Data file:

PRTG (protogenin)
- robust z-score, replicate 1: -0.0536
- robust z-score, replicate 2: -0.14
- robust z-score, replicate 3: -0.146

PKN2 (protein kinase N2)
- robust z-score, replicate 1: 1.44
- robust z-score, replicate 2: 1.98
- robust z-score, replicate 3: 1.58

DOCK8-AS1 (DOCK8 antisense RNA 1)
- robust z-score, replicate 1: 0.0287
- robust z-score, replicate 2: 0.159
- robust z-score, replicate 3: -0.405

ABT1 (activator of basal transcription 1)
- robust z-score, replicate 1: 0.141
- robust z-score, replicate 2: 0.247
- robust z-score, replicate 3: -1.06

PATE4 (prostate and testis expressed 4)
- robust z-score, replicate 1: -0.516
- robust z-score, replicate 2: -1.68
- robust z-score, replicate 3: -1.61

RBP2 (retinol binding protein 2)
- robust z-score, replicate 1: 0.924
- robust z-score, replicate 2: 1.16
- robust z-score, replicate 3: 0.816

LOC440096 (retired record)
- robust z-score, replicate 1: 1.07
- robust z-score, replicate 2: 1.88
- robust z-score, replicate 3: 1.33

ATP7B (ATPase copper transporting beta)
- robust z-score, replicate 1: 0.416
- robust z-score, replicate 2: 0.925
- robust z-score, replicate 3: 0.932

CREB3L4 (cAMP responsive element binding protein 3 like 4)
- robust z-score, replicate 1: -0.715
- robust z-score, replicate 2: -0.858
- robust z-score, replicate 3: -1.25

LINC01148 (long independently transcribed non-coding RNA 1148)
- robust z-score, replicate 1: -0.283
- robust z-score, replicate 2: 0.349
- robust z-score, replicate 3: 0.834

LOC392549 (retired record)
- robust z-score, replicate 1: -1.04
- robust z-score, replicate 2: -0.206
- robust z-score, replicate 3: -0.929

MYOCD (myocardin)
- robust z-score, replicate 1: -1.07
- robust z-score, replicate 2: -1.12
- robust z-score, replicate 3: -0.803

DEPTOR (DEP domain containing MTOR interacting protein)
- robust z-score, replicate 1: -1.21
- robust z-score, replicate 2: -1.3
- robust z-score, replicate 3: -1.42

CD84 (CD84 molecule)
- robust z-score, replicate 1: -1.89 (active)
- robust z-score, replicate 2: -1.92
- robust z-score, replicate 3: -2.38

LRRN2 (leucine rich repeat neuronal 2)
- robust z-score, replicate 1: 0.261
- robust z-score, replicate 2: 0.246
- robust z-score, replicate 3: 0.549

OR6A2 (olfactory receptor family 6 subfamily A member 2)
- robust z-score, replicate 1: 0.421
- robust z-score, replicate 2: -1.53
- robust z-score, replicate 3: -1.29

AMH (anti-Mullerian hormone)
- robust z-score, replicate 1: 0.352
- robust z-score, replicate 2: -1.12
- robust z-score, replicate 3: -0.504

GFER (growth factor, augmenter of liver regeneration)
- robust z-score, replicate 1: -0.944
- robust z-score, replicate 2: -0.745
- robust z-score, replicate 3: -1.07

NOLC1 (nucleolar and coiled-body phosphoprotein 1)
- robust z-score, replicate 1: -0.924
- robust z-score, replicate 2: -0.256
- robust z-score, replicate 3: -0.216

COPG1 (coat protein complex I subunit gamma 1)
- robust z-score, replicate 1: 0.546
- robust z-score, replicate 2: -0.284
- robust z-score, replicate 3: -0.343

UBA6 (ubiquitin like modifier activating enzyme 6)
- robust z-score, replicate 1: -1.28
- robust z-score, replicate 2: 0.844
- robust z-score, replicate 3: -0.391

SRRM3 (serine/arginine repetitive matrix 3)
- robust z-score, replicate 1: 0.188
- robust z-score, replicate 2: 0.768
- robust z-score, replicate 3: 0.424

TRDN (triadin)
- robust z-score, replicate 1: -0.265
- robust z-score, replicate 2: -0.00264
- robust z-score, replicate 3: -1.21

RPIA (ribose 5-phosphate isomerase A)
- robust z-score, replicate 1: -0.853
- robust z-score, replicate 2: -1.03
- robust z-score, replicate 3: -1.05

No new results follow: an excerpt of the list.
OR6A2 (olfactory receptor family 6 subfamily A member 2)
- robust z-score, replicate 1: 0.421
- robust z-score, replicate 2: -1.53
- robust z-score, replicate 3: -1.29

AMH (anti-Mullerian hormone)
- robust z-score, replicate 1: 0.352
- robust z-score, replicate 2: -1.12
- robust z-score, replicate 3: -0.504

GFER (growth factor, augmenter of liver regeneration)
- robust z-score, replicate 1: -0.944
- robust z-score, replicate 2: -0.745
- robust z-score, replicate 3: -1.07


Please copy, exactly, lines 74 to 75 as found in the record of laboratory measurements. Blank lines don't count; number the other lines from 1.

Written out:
- robust z-score, replicate 1: -0.924
- robust z-score, replicate 2: -0.256